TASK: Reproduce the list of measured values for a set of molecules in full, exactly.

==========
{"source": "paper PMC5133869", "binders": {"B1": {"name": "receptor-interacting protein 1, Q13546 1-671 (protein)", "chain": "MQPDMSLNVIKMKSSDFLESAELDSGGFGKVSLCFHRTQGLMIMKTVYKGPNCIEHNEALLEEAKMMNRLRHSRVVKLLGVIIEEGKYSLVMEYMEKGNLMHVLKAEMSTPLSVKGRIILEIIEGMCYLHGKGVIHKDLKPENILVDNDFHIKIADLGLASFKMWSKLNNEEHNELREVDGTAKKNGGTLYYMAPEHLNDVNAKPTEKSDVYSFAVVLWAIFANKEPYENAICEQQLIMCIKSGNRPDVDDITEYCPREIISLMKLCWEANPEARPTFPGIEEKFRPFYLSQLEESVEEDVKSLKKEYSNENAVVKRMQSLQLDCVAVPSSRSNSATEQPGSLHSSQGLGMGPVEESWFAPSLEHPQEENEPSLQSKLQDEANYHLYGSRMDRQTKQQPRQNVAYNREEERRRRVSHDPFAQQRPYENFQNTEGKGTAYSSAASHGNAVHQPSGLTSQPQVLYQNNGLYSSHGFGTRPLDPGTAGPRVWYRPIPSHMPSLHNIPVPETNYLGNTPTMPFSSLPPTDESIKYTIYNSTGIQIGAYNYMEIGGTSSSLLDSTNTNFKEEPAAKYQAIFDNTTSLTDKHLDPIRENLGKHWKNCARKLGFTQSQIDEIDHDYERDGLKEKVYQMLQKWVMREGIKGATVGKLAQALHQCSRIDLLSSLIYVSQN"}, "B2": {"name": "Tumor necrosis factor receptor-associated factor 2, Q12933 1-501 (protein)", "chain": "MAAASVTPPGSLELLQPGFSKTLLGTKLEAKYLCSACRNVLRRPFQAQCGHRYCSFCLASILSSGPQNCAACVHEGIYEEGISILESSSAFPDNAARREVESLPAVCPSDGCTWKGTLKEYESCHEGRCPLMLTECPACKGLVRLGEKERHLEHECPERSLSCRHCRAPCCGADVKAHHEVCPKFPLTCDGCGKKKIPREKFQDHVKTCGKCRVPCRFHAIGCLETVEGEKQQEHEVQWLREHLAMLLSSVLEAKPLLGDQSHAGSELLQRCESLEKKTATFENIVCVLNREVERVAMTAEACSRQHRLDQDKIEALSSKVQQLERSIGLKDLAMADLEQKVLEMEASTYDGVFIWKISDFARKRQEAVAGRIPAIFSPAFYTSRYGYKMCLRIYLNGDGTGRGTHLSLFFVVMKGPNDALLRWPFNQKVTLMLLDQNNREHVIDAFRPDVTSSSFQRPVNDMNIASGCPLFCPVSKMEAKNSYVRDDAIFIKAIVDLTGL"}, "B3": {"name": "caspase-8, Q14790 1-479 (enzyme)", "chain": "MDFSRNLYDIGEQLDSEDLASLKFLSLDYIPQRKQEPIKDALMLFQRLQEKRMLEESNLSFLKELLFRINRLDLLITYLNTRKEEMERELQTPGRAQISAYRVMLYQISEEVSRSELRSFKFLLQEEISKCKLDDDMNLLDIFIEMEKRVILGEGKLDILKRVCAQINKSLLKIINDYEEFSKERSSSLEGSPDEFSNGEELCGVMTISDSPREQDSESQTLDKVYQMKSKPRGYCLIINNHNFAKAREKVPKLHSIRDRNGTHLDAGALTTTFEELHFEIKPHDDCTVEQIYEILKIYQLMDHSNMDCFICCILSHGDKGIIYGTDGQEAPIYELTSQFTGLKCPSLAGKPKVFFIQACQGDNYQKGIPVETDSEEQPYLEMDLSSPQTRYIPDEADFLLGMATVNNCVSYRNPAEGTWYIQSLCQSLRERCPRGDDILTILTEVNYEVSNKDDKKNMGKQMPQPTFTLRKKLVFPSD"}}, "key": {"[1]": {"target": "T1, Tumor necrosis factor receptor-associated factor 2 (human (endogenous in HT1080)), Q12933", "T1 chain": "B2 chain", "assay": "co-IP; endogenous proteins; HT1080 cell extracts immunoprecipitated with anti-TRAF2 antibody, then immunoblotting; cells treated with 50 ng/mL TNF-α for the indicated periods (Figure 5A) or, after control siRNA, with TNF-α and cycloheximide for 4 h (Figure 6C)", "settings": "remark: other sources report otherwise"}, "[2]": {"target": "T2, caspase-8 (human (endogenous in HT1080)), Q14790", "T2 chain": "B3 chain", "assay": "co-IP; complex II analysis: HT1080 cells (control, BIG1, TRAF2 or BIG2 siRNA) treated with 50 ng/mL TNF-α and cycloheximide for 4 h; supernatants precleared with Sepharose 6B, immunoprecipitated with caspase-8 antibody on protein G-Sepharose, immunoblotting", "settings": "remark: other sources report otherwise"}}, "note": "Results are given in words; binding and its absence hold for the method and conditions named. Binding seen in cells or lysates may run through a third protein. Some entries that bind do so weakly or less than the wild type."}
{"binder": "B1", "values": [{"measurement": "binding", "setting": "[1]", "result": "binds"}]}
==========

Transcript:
{"source": "paper PMC5133869", "binders": {"B1": {"name": "receptor-interacting protein 1, Q13546 1-671 (protein)", "chain": "MQPDMSLNVIKMKSSDFLESAELDSGGFGKVSLCFHRTQGLMIMKTVYKGPNCIEHNEALLEEAKMMNRLRHSRVVKLLGVIIEEGKYSLVMEYMEKGNLMHVLKAEMSTPLSVKGRIILEIIEGMCYLHGKGVIHKDLKPENILVDNDFHIKIADLGLASFKMWSKLNNEEHNELREVDGTAKKNGGTLYYMAPEHLNDVNAKPTEKSDVYSFAVVLWAIFANKEPYENAICEQQLIMCIKSGNRPDVDDITEYCPREIISLMKLCWEANPEARPTFPGIEEKFRPFYLSQLEESVEEDVKSLKKEYSNENAVVKRMQSLQLDCVAVPSSRSNSATEQPGSLHSSQGLGMGPVEESWFAPSLEHPQEENEPSLQSKLQDEANYHLYGSRMDRQTKQQPRQNVAYNREEERRRRVSHDPFAQQRPYENFQNTEGKGTAYSSAASHGNAVHQPSGLTSQPQVLYQNNGLYSSHGFGTRPLDPGTAGPRVWYRPIPSHMPSLHNIPVPETNYLGNTPTMPFSSLPPTDESIKYTIYNSTGIQIGAYNYMEIGGTSSSLLDSTNTNFKEEPAAKYQAIFDNTTSLTDKHLDPIRENLGKHWKNCARKLGFTQSQIDEIDHDYERDGLKEKVYQMLQKWVMREGIKGATVGKLAQALHQCSRIDLLSSLIYVSQN"}, "B2": {"name": "Tumor necrosis factor receptor-associated factor 2, Q12933 1-501 (protein)", "chain": "MAAASVTPPGSLELLQPGFSKTLLGTKLEAKYLCSACRNVLRRPFQAQCGHRYCSFCLASILSSGPQNCAACVHEGIYEEGISILESSSAFPDNAARREVESLPAVCPSDGCTWKGTLKEYESCHEGRCPLMLTECPACKGLVRLGEKERHLEHECPERSLSCRHCRAPCCGADVKAHHEVCPKFPLTCDGCGKKKIPREKFQDHVKTCGKCRVPCRFHAIGCLETVEGEKQQEHEVQWLREHLAMLLSSVLEAKPLLGDQSHAGSELLQRCESLEKKTATFENIVCVLNREVERVAMTAEACSRQHRLDQDKIEALSSKVQQLERSIGLKDLAMADLEQKVLEMEASTYDGVFIWKISDFARKRQEAVAGRIPAIFSPAFYTSRYGYKMCLRIYLNGDGTGRGTHLSLFFVVMKGPNDALLRWPFNQKVTLMLLDQNNREHVIDAFRPDVTSSSFQRPVNDMNIASGCPLFCPVSKMEAKNSYVRDDAIFIKAIVDLTGL"}, "B3": {"name": "caspase-8, Q14790 1-479 (enzyme)", "chain": "MDFSRNLYDIGEQLDSEDLASLKFLSLDYIPQRKQEPIKDALMLFQRLQEKRMLEESNLSFLKELLFRINRLDLLITYLNTRKEEMERELQTPGRAQISAYRVMLYQISEEVSRSELRSFKFLLQEEISKCKLDDDMNLLDIFIEMEKRVILGEGKLDILKRVCAQINKSLLKIINDYEEFSKERSSSLEGSPDEFSNGEELCGVMTISDSPREQDSESQTLDKVYQMKSKPRGYCLIINNHNFAKAREKVPKLHSIRDRNGTHLDAGALTTTFEELHFEIKPHDDCTVEQIYEILKIYQLMDHSNMDCFICCILSHGDKGIIYGTDGQEAPIYELTSQFTGLKCPSLAGKPKVFFIQACQGDNYQKGIPVETDSEEQPYLEMDLSSPQTRYIPDEADFLLGMATVNNCVSYRNPAEGTWYIQSLCQSLRERCPRGDDILTILTEVNYEVSNKDDKKNMGKQMPQPTFTLRKKLVFPSD"}}, "key": {"[1]": {"target": "T1, Tumor necrosis factor receptor-associated factor 2 (human (endogenous in HT1080)), Q12933", "T1 chain": "B2 chain", "assay": "co-IP; endogenous proteins; HT1080 cell extracts immunoprecipitated with anti-TRAF2 antibody, then immunoblotting; cells treated with 50 ng/mL TNF-α for the indicated periods (Figure 5A) or, after control siRNA, with TNF-α and cycloheximide for 4 h (Figure 6C)", "settings": "remark: other sources report otherwise"}, "[2]": {"target": "T2, caspase-8 (human (endogenous in HT1080)), Q14790", "T2 chain": "B3 chain", "assay": "co-IP; complex II analysis: HT1080 cells (control, BIG1, TRAF2 or BIG2 siRNA) treated with 50 ng/mL TNF-α and cycloheximide for 4 h; supernatants precleared with Sepharose 6B, immunoprecipitated with caspase-8 antibody on protein G-Sepharose, immunoblotting", "settings": "remark: other sources report otherwise"}}, "note": "Results are given in words; binding and its absence hold for the method and conditions named. Binding seen in cells or lysates may run through a third protein. Some entries that bind do so weakly or less than the wild type."}
{"binder": "B1", "values": [{"measurement": "binding", "setting": "[1]", "result": "binds"}]}